While you might not think about academic issues as something you might need to get involved in, a friend who is struggling may need your help!
You might be concerned about a friend who is failing his classes or is having trouble completing her work. Or you might be uncomfortable with a friend or classmate who is cheating. Typically academic issues are not emergencies, although they may be time-sensitive.
- A classmate has been partying a lot and totally blowing off school. He approaches you and asks to sit next to you during the midterm tomorrow. You have been to every class, studied hard, and even attended the review session last night. You feel a little resentful but don't want to jeopardize the friendship. What do you do?
- One of your friends is stressed out about an upcoming exam. You know that she has not been doing well in most of her classes and has been blowing them off since she says "there is no way she can pass." Failing will put her standing on the softball team in jeopardy. What do you do?
- It can be challenging to talk to a friend about academics. Be prepared for them to get upset, frustrated, or angry.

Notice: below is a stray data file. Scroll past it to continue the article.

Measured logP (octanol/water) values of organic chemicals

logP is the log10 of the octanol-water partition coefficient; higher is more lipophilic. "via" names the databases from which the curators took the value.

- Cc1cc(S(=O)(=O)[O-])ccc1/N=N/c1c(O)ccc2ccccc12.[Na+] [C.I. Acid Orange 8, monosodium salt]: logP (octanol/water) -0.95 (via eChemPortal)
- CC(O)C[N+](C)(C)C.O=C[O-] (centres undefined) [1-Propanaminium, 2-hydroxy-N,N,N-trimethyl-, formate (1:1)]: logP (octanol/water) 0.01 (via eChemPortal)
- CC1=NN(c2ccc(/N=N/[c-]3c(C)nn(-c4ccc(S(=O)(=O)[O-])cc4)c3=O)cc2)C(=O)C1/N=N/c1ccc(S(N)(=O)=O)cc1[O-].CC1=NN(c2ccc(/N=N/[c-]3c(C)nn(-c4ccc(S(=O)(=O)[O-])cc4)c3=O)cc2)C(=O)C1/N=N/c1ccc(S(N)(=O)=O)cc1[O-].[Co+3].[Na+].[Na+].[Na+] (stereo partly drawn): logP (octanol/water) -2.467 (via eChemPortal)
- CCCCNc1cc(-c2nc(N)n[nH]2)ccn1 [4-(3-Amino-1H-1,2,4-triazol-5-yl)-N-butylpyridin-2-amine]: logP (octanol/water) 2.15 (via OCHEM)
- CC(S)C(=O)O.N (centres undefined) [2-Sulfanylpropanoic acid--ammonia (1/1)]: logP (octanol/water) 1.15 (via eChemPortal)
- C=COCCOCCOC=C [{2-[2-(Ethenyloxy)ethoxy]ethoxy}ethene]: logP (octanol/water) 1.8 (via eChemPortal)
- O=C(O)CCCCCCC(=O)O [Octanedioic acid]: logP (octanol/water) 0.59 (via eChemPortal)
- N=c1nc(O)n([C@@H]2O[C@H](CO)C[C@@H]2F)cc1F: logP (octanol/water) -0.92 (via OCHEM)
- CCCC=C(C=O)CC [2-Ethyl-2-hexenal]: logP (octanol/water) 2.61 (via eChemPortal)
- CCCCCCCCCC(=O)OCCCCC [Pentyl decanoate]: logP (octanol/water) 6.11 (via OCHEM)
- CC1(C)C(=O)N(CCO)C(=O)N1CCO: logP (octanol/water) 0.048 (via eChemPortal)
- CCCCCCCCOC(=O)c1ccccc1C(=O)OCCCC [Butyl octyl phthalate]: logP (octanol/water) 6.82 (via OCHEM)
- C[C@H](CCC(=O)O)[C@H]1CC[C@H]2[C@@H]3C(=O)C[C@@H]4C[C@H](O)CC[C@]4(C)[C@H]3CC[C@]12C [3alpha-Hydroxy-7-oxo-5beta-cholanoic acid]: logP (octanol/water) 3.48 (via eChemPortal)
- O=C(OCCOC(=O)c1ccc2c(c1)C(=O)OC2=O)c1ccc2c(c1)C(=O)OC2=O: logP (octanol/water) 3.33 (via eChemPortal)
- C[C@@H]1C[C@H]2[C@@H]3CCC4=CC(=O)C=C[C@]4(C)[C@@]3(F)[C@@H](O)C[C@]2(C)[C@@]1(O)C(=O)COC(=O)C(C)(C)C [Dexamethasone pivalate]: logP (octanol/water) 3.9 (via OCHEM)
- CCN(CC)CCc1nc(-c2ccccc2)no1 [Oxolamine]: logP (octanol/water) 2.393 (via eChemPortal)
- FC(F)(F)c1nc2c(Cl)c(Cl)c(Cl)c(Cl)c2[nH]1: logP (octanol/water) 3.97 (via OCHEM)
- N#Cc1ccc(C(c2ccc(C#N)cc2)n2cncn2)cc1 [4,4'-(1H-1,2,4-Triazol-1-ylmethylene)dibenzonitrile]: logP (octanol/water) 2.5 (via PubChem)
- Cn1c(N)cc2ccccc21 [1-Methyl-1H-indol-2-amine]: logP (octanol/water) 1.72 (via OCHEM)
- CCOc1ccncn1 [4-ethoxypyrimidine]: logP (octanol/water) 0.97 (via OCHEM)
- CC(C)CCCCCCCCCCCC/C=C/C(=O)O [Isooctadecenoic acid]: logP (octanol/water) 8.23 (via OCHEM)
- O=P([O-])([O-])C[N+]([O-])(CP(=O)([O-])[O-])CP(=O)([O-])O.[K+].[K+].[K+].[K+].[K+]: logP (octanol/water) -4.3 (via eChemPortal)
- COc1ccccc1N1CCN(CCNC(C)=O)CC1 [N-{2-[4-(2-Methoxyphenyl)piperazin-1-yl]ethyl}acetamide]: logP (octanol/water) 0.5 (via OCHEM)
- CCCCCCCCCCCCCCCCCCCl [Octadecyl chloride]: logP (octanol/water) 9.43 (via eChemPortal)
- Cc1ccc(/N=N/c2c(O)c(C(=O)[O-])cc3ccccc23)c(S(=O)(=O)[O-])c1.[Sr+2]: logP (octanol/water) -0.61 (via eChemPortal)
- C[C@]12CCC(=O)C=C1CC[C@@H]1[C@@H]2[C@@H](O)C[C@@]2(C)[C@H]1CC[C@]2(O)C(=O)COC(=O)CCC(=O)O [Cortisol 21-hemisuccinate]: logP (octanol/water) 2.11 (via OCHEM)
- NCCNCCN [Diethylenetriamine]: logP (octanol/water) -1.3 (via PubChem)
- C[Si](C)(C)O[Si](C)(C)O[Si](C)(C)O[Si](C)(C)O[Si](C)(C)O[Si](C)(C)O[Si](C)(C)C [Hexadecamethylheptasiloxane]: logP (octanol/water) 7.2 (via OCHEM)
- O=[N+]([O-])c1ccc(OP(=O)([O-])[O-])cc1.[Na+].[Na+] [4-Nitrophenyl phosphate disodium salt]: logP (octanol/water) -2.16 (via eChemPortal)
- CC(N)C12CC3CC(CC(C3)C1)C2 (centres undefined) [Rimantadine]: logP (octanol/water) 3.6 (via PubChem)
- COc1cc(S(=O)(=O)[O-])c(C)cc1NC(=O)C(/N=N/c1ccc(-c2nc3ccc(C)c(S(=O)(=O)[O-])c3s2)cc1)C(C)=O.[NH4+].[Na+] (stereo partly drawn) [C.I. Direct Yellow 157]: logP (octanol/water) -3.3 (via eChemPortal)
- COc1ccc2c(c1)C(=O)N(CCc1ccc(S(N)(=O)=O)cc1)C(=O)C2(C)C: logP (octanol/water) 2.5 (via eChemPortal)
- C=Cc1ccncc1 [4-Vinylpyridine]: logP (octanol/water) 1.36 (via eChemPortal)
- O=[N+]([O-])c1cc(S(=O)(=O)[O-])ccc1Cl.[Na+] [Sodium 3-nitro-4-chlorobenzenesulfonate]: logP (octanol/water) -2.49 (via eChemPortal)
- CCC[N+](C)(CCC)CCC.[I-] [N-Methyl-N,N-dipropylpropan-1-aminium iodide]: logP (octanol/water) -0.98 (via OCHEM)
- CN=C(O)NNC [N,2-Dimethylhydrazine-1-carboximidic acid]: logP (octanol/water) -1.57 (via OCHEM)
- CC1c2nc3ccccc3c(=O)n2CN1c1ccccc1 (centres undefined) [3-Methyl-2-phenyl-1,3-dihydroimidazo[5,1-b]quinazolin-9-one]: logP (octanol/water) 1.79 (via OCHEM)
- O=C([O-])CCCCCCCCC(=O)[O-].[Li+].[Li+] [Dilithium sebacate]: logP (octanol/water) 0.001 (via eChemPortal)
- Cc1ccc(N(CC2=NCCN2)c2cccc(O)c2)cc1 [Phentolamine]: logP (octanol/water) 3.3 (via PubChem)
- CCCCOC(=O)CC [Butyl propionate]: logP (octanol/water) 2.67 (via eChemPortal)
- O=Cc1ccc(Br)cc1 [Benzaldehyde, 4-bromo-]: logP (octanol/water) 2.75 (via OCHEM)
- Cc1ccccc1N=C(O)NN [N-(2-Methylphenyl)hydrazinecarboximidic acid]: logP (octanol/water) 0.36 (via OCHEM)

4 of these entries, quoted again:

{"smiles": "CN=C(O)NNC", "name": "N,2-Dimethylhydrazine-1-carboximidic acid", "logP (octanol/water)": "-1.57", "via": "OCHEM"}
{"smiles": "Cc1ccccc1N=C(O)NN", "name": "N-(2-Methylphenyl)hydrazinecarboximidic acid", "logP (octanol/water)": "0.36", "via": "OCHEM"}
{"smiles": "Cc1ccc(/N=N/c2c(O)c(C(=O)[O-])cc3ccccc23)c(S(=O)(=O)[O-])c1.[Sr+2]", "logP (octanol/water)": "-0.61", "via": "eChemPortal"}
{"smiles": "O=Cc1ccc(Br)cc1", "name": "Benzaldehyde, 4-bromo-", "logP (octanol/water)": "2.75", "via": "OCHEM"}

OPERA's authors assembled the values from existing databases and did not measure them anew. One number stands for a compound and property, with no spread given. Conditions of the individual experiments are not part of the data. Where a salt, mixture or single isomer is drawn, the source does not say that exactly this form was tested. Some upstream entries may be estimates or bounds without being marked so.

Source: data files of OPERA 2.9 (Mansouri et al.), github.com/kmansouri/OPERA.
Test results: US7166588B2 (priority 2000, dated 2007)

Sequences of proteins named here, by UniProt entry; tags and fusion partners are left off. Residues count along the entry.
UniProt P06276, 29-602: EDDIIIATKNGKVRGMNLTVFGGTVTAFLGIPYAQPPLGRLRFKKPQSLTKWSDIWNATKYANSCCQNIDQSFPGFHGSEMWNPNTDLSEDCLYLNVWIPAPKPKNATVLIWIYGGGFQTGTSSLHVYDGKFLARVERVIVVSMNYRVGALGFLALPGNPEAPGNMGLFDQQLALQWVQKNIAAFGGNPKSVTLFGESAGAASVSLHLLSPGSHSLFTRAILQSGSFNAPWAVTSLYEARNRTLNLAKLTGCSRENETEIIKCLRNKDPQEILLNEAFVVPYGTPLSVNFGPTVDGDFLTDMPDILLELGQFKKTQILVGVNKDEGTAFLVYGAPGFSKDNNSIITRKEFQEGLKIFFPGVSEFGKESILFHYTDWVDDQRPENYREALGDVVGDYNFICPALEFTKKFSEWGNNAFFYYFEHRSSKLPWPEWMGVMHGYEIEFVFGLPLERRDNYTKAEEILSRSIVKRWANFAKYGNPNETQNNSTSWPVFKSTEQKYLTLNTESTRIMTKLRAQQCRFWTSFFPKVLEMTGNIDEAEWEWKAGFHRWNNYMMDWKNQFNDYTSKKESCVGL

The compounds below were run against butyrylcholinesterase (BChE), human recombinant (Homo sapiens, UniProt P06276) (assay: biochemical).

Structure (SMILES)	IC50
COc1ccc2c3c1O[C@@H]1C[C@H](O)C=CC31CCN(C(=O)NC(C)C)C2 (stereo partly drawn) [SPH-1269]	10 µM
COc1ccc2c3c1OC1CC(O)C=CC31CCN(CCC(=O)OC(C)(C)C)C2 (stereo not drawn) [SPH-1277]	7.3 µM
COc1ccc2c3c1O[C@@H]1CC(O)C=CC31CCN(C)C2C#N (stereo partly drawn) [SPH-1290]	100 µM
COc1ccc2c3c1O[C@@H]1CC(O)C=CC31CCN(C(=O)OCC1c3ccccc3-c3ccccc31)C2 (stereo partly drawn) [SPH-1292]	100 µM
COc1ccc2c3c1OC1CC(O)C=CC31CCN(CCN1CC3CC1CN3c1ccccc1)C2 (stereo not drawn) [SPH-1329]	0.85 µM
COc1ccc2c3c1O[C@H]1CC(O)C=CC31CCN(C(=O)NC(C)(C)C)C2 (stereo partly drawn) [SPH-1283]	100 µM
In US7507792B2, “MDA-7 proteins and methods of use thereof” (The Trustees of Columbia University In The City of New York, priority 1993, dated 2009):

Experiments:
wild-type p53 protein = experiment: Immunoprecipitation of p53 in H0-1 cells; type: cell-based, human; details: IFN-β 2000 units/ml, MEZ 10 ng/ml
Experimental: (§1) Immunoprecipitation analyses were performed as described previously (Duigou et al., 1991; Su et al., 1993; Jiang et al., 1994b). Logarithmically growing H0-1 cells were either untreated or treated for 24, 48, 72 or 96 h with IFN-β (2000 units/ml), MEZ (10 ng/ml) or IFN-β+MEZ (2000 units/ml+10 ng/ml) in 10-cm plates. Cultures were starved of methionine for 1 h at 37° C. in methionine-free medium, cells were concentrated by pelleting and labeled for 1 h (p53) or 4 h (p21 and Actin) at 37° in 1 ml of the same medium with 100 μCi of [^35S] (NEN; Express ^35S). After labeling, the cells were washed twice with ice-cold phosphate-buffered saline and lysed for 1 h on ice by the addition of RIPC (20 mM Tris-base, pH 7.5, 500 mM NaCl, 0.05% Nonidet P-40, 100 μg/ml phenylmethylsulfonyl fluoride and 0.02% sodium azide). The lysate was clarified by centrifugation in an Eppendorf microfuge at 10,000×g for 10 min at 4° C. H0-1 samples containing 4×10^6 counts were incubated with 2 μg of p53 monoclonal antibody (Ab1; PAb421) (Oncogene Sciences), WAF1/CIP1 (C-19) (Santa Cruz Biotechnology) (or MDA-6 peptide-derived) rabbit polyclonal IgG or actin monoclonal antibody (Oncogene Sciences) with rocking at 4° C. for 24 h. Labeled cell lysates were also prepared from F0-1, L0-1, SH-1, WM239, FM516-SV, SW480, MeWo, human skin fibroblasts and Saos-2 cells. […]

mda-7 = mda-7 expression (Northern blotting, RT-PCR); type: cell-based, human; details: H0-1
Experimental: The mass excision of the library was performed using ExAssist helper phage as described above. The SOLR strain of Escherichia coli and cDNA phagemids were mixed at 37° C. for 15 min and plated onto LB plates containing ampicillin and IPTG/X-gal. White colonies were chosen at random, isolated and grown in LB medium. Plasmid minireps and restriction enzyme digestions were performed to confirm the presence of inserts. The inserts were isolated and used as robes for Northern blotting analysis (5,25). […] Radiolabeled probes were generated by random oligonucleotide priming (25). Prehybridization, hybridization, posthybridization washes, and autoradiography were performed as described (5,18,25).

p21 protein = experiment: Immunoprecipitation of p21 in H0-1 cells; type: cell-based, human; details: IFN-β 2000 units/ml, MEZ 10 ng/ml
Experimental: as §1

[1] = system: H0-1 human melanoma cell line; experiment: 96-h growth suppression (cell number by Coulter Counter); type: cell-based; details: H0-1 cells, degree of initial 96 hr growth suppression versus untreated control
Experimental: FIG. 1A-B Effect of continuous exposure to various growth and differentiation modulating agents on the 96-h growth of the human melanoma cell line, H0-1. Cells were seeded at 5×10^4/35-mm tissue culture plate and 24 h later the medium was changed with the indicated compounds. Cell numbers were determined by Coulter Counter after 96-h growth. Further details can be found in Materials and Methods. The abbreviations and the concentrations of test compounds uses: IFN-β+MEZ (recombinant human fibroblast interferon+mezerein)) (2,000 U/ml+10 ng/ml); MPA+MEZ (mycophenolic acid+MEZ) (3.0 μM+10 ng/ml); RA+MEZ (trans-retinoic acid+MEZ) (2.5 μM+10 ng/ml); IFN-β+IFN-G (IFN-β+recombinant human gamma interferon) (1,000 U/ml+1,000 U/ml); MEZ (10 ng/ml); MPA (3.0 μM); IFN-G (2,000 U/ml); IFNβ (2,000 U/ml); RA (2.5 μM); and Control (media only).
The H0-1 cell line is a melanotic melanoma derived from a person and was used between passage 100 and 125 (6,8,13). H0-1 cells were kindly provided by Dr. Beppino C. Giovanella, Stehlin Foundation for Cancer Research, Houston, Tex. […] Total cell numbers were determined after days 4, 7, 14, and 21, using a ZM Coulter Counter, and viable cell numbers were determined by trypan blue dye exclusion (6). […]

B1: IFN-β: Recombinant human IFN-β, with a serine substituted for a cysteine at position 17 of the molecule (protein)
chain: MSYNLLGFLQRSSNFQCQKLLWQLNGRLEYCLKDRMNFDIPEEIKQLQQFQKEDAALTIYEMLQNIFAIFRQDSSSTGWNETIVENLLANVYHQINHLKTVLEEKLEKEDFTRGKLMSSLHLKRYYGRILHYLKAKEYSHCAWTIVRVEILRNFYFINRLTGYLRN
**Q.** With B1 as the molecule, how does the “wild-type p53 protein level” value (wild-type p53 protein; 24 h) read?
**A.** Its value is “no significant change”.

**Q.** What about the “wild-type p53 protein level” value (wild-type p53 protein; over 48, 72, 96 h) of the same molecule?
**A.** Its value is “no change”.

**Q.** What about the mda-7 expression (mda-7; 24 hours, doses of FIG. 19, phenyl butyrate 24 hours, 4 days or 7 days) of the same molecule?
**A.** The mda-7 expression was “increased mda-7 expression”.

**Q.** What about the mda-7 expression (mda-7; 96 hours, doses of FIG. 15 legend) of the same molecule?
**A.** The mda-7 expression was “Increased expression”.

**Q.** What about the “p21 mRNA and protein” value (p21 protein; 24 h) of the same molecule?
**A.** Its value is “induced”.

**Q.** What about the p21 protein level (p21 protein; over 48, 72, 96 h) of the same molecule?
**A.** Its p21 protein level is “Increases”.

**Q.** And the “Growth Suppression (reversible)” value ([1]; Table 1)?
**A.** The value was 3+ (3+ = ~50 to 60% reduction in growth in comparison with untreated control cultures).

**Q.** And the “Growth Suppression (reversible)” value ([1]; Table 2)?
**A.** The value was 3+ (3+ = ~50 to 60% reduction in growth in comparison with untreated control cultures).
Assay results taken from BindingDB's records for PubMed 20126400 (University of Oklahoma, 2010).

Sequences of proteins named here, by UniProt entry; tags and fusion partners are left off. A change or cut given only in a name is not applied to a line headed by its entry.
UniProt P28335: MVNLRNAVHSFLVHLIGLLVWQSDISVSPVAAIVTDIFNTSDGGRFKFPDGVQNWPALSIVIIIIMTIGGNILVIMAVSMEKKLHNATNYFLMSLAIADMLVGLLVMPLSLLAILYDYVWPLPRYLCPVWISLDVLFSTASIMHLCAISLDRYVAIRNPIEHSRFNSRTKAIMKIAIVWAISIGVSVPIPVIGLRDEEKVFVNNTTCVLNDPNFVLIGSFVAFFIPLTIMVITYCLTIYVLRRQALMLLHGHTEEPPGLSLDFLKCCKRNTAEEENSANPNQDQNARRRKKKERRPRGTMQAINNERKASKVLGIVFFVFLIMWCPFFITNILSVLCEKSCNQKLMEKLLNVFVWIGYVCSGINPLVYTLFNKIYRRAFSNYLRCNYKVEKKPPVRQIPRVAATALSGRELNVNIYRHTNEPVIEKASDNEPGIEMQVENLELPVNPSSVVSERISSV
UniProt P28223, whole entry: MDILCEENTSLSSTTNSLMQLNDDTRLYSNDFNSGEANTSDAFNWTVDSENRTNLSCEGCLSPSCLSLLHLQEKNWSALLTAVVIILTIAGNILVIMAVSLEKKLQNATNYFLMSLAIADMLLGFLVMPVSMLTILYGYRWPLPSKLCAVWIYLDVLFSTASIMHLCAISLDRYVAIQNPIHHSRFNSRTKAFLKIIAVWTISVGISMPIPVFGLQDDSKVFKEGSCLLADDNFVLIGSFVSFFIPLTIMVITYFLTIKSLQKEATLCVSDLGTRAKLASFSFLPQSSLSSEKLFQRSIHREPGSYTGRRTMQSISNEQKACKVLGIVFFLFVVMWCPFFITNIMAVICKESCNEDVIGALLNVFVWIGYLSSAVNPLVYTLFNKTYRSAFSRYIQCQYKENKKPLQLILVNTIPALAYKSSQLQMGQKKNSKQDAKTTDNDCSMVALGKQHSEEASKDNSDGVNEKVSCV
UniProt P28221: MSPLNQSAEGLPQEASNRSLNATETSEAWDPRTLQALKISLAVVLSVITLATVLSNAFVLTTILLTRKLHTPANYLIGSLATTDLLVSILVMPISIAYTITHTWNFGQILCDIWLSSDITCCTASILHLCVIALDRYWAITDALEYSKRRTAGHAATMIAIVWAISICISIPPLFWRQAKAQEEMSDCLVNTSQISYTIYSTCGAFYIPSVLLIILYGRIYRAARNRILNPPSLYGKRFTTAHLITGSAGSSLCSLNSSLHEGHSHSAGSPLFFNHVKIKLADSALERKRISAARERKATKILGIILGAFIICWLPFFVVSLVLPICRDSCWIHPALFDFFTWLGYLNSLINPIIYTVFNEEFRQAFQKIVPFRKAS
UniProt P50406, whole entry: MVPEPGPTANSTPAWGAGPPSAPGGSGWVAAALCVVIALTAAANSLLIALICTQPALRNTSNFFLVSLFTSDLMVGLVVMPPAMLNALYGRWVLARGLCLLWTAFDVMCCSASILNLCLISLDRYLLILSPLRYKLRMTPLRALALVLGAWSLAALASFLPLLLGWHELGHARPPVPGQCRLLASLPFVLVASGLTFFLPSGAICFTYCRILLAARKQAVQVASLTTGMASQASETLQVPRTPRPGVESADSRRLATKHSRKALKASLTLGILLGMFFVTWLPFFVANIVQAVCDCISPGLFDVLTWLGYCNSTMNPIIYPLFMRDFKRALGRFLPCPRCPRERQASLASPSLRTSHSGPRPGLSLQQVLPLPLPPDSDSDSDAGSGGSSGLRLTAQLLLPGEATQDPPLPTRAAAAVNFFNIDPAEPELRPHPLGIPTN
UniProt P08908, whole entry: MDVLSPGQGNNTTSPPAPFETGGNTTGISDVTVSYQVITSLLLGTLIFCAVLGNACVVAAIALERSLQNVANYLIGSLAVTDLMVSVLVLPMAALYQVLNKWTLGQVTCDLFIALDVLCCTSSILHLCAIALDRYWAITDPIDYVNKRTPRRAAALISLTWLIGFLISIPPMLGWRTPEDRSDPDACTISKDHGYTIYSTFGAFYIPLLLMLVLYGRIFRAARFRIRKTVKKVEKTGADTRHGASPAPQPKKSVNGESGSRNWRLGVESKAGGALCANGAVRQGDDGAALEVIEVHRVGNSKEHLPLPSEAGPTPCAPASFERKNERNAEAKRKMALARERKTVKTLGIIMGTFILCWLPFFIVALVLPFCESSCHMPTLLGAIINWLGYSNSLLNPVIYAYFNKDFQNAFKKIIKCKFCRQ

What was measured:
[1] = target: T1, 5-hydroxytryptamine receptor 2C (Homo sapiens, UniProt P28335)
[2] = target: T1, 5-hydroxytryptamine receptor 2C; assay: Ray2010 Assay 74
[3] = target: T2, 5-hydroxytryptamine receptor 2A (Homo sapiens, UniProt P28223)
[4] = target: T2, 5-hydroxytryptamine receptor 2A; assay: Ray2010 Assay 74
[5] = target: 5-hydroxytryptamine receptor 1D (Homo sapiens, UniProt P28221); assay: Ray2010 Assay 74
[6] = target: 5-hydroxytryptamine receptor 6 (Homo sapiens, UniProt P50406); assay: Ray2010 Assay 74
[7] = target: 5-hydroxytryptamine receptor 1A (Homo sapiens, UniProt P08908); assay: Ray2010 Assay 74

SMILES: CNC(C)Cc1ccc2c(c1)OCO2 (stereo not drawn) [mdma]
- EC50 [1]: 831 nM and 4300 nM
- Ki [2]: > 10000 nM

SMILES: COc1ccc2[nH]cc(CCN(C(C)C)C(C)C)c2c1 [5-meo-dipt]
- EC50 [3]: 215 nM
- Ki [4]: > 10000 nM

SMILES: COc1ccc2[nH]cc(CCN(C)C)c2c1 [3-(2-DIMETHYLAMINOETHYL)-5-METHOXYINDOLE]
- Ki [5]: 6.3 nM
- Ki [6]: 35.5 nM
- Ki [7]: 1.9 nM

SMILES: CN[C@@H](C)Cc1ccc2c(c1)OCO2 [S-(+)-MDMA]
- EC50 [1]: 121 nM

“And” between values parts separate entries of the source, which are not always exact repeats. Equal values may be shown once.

- Talk to the person about the things that concern you. Use concrete examples.
- Remind them of the consequences of their behavior.
- Know the resources on campus to help them get academic support. Check out Academic Skills for extra tutoring, writing assistance, and learning better study skills.
- Talk to a professor or advisor for assistance.
- Talk to the professor about the prevalence of cheating. Be part of the solution, not the problem.
- If you are having academic trouble, consider:
- Accept ownership for you academic success and failure.
- Set academic goals
- Don't skip class
- Read and follow your class syllabi
- Turn in all your work
- Participate in class
- Develop a relationship with your instructor
- Don't be afraid to ask for help! Get help as soon as you need it.